DWR investigating after two birds found dead in nest covered by net
LEHI, Utah — Utah’s Division of Wildlife Resources is spreading the word that disturbing nesting birds is illegal after two baby birds were found dead in their nest in the eaves of a Lehi business.
The DWR said in a news release Tuesday that an investigation is underway. The agency received a call from a concerned individual that a net was covering a bird’s nest in Lehi. The caller told the DWR they had seen several American kestrel (North America’s smallest falcon species) nestlings earlier in the week and then later noticed the net.
When conservation officers went to take a look, they discovered a net that was separating the nestlings from their parents. Two of the nestlings had died but officers were not sure if it was a result of being trapped in the nest.
“The parents couldn’t get into the nest, and the juveniles couldn’t get out, which means the baby birds were going to die,” DWR Sgt. Sean Spencer said. “That’s definitely a problem.”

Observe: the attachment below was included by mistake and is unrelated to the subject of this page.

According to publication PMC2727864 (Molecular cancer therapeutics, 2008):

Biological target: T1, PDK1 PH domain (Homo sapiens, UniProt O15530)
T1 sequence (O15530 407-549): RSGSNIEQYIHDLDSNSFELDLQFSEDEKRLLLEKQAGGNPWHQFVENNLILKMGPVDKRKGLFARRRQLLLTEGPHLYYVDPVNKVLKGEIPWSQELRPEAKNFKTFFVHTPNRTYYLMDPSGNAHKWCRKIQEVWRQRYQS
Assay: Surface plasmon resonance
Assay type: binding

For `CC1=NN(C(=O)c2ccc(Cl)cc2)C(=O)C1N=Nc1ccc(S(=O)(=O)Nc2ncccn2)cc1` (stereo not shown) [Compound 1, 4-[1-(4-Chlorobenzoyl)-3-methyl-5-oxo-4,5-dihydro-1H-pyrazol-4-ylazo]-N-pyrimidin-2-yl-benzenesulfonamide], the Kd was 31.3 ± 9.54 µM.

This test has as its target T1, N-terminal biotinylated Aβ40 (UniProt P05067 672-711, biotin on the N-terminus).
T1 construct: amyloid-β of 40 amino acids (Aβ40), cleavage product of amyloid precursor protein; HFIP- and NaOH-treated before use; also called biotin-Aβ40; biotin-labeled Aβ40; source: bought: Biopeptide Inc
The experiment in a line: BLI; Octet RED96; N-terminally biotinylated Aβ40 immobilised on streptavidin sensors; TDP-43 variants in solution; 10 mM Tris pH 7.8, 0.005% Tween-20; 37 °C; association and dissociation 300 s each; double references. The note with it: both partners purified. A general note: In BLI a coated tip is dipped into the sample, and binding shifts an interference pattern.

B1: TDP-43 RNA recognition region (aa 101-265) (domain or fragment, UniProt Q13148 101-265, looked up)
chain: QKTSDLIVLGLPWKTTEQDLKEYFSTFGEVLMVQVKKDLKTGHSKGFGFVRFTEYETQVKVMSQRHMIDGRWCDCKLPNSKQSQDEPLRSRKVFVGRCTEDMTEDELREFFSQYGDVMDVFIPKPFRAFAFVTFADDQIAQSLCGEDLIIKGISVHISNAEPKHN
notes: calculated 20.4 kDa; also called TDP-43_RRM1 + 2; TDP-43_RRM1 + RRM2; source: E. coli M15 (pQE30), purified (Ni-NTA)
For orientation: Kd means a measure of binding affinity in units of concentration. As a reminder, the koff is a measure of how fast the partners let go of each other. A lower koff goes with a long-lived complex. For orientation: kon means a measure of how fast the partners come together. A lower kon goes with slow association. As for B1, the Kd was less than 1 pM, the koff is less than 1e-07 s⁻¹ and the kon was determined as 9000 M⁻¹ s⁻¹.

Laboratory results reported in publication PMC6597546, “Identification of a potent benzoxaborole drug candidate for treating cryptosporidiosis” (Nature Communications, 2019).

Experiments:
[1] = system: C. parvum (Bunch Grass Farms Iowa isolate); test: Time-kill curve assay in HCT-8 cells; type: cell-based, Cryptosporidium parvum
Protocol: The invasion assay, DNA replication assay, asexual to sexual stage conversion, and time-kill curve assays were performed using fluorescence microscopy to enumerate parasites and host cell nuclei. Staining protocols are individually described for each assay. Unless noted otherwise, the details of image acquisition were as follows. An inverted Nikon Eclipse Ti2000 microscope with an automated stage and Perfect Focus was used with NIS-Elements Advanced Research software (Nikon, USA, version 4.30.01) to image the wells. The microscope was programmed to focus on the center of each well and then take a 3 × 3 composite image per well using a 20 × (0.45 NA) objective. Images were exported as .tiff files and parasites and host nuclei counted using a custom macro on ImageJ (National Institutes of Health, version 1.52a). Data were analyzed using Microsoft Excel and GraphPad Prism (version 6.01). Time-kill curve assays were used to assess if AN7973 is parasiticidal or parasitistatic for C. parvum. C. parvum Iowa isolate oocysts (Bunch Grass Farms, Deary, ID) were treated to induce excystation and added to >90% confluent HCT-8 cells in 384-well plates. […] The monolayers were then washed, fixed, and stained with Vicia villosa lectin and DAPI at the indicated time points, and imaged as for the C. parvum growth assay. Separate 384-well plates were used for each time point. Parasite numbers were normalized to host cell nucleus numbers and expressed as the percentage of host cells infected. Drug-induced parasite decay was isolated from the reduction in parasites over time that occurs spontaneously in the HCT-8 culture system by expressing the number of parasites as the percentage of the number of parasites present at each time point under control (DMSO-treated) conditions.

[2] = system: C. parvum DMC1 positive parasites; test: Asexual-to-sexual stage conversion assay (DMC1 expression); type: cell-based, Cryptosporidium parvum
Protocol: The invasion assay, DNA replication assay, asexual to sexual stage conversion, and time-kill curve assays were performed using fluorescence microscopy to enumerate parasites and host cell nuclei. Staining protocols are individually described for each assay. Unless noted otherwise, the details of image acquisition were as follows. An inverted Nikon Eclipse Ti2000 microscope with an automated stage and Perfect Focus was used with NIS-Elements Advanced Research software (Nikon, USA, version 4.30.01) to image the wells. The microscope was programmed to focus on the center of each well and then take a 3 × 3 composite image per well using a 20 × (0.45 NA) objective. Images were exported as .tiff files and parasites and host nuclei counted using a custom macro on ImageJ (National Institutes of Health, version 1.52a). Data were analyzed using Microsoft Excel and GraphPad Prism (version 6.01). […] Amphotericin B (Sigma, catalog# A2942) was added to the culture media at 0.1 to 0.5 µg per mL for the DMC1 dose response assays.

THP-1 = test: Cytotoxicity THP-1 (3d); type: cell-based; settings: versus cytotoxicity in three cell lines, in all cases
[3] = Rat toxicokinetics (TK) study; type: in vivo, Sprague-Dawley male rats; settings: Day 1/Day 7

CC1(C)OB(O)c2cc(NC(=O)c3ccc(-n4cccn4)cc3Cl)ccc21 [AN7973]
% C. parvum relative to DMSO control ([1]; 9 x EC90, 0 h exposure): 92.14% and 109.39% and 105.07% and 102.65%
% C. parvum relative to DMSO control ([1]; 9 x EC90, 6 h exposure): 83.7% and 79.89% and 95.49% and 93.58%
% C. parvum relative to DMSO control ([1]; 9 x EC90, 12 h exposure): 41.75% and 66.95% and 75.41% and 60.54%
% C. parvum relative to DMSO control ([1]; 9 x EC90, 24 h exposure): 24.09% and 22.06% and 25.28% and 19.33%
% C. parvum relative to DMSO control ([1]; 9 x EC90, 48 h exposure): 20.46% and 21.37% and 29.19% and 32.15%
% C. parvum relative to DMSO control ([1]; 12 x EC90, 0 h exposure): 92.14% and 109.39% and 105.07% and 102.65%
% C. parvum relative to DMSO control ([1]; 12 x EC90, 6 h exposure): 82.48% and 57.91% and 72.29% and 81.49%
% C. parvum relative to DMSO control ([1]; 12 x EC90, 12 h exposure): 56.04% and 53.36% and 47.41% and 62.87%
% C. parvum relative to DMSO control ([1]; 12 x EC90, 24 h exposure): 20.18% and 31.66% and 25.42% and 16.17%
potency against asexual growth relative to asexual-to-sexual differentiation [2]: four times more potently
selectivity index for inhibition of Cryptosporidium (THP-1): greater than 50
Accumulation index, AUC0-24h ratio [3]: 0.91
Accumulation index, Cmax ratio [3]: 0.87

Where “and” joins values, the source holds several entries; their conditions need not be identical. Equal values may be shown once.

The Lehi Fire Department assisted in the relocation of the nest due to the height of the building. The three surviving baby birds were able to fly away.
Baby birds, eggs and their nests are all protected under the federal Migratory Bird Treaty Act.
“People are welcome to prevent birds from nesting on or in their homes, but you have to do it before nesting season begins,” Spencer said. “If you have a bird that is nesting and there are eggs or baby birds in the nest, you need to wait until after the baby birds have left the nest in order to remove it and to prevent future nesting. It isn’t a long time frame, so just be patient.”
What to do if you find a baby bird on the ground
The DWR also says that if you find a baby bird on the ground and it has feathers, leave it alone. They say it is close to fending for itself and being able to fly.
If the bird does not have feathers, it is all right to carefully put it back into the nest. The DWR says that you don’t need to be concerned about leaving your scent on the bird because most birds do not have a good enough sense of smell to even notice.
If the bird appears to be injured, you can call the DWR office, which will give more information on what to do.
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